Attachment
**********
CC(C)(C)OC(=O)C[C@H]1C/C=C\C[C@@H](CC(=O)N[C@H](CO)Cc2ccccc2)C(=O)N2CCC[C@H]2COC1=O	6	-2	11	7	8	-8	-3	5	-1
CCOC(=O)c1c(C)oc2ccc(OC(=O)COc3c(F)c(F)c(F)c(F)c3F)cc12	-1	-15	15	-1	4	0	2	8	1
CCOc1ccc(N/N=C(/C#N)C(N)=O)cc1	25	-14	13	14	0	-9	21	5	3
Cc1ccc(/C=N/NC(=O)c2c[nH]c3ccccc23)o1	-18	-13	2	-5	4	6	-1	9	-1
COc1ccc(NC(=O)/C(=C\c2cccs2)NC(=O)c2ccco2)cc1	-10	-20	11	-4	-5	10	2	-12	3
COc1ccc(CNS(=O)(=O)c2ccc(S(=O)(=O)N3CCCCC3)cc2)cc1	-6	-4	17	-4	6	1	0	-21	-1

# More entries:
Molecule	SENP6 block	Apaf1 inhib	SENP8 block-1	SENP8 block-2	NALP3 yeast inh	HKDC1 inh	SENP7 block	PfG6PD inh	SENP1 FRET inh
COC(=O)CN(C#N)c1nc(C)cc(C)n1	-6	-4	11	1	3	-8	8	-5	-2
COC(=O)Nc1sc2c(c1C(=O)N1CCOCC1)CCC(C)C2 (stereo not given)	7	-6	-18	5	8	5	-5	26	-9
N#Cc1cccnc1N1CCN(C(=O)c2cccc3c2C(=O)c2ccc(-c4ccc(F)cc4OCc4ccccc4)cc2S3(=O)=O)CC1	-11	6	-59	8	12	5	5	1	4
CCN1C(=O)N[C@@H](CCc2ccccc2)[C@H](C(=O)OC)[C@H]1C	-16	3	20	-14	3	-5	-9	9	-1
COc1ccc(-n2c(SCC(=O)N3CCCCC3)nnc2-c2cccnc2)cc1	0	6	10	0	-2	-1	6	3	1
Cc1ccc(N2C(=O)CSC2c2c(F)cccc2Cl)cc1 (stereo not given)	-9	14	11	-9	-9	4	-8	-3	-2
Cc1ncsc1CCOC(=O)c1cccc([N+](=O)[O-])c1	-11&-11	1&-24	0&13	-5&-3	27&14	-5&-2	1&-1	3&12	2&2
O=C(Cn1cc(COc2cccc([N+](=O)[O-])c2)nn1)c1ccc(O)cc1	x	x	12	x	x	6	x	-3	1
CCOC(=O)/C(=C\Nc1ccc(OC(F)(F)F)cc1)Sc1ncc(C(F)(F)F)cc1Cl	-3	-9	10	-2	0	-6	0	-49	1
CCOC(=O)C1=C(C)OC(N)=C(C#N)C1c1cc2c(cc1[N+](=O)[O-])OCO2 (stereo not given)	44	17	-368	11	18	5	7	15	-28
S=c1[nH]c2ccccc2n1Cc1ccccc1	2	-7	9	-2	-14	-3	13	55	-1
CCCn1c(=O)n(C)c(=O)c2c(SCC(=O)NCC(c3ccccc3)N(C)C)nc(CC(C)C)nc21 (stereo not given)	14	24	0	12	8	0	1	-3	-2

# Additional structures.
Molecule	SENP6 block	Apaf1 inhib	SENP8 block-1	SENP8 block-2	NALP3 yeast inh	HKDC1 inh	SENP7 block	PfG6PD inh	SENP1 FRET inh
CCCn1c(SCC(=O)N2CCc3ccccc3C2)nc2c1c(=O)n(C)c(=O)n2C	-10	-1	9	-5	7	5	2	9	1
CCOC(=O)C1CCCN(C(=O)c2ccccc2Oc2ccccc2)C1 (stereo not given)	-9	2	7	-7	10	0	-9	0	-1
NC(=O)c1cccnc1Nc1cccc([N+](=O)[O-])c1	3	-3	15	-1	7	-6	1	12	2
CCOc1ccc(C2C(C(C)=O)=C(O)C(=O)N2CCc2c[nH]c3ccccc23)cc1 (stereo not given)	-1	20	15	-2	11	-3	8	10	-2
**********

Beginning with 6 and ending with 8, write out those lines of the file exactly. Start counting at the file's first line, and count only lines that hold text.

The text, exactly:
COc1ccc(CNS(=O)(=O)c2ccc(S(=O)(=O)N3CCCCC3)cc2)cc1	-6	-4	17	-4	6	1	0	-21	-1

# More entries:
Molecule	SENP6 block	Apaf1 inhib	SENP8 block-1	SENP8 block-2	NALP3 yeast inh	HKDC1 inh	SENP7 block	PfG6PD inh	SENP1 FRET inh